CLICK on each research area to learn more or go to our faculty profiles to learn about a specific faculty member's research.
The mechanisms by which organisms become pathogenic and the responses of plants, animals and arthropods to an infectious agent are surprisingly universal.
Our programs integrate the long standing strengths of UCR in plant and vector biology with its expanding biomedical community, providing a multidisciplinary approach to microbiology in agriculture and medicine.
Host-pathogen interaction laboratories are interested in the host mechanisms to defend against pathogens and the strategies pathogens use to establish infection and to suppress host defense responses.
We employ genetics, molecular biology, biochemistry and imaging to investigate the fundamental biology underlying host-pathogen interactions in humans and crops, and model animal and plant host species.
Faculty studying this research area:
Microbial Evolution, Genomics, and Genetics
The last decade has witnessed an unprecedented increase in the number of organisms, most of them prokaryotic and eukaryotic microbes, for which genome sequences are available. UCR microbiologists are using high throughput sequencing and functional genomics technologies to understand evolution of organisms, comparing diversity of microbial communities, or discovering molecules that impact microbial pathogenesis on their hosts.
Molecular and genomic tools are providing new ways to explore functions and roles of plant-associated microbes. Plant Pathologists at UC Riverside use high throughput sequencing and functional genomics technologies to identify microorganisms, sequence and compare complete genomes, evaluate the expression of genes, and explore gene-silencing mechanisms.
These approaches can help identify genes and mechanisms important for disease and adaptations necessary for transmission and association with hosts and vectors. UCR researchers are also developing cutting edge applications of genomic technologies to study plant disease and plant mutualistic symbionts.
Faculty studying this research area: Katherine Borkovich Michael Coffey
Environmental Microbiology and Ecology
Environmental microbiology and ecology is a rapidly developing field that investigates the distribution of microorganisms in their environment and the processes they catalyze. UCR microbiologists research the population structure in communities of microbes from soils to intestinal tracts and the impact of ecological changes on their composition. They also explore public health aspects of these communities, including environmental pathogens and engineering practices for treatment of waste products.
The study of organisms in their environment and their evolutionary history enables a better understand the origins and potential management of native- and agro-ecosystems. UC Riverside Plant Pathologists use morphological, molecular and culture-based approaches to study microbes in the rhizosphere and soil, as well as in association with plants, insect vectors and other animals.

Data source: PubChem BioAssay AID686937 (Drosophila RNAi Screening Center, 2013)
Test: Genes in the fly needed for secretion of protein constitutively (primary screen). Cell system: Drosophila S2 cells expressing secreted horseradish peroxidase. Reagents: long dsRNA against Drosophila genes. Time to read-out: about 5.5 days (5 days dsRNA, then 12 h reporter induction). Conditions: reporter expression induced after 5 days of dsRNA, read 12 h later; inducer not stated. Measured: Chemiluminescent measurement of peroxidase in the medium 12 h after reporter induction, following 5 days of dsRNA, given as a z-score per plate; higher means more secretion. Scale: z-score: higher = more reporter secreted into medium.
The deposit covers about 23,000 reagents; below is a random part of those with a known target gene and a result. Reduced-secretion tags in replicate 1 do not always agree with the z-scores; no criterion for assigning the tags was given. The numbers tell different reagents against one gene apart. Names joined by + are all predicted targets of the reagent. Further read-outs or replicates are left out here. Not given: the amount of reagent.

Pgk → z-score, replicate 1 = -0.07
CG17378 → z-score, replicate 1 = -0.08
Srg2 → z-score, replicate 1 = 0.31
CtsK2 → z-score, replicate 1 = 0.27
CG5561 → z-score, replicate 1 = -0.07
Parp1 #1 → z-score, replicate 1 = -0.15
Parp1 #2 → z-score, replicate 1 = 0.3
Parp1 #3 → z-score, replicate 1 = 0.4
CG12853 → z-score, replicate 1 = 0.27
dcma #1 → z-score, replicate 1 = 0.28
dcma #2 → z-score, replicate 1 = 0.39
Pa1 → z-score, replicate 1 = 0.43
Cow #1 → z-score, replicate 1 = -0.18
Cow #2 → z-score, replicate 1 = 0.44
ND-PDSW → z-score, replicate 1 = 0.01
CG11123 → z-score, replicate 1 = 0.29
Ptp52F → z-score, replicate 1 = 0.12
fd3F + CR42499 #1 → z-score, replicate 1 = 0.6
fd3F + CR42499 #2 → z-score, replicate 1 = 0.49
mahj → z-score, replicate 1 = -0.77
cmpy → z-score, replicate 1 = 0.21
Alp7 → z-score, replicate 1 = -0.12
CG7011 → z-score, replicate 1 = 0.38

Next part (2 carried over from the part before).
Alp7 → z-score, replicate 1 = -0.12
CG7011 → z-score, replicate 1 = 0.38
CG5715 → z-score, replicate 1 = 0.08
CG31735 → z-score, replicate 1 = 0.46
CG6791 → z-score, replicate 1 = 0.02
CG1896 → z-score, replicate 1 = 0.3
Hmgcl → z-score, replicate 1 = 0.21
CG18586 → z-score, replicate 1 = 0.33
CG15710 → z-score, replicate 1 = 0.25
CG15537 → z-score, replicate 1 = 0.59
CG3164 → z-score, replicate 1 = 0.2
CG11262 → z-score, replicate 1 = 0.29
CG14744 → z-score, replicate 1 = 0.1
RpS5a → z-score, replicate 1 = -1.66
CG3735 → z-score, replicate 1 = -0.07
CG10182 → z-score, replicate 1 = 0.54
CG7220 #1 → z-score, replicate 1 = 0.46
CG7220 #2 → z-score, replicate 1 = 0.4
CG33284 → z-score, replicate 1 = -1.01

This includes comparing the plant-associated microbes of invasive versus native plants, both in California and in their habitats of origin. This effort allows us to search for important mutualistic symbionts and biological control agents for managing our agricultural and natural resources.
Faculty studying this research area:
Microbiome laboratories are interested in the microbial communities that reside on and within humans,animals, and plants.
Microbiome research groups at UCR integrate microbial genetics, high-throughput multiscale biology, germ-free animal and plant model systems, molecular biology, and bioinformatics approaches to investigate how these microbes can contribute to host health and disease.
Faculty studying this research area: Emma Aronson James Borneman
Plant Disease Management
Management of plant diseases is of singular importance to the discipline of plant pathology. Development of strategies to accomplish that objective is based upon accurate identification of the specific causal agent of a particular disease, followed by sound biological knowledge of the life and disease cycle of that agent.
Weak links in the life and disease cycles are then targeted with specific and efficacious management strategies.
Such strategies include cultural, biological, genetic, physical, chemical, and regulatory approaches, which are applied either alone or combined into an integrated plant disease management program.
Faculty studying this research area: Jim Adaskaveg Michael Allen
Molecular and Cellular Microbiology
Microbiologists at UCR employ genetically and biochemically tractable prokaryotic and eukaryotic microbes for study of fundamental biological processes.
These include gene regulation, cell division, signal transduction and cell differentiation. Many of these investigations employ fluorescence microscopy and other modern cell biology techniques.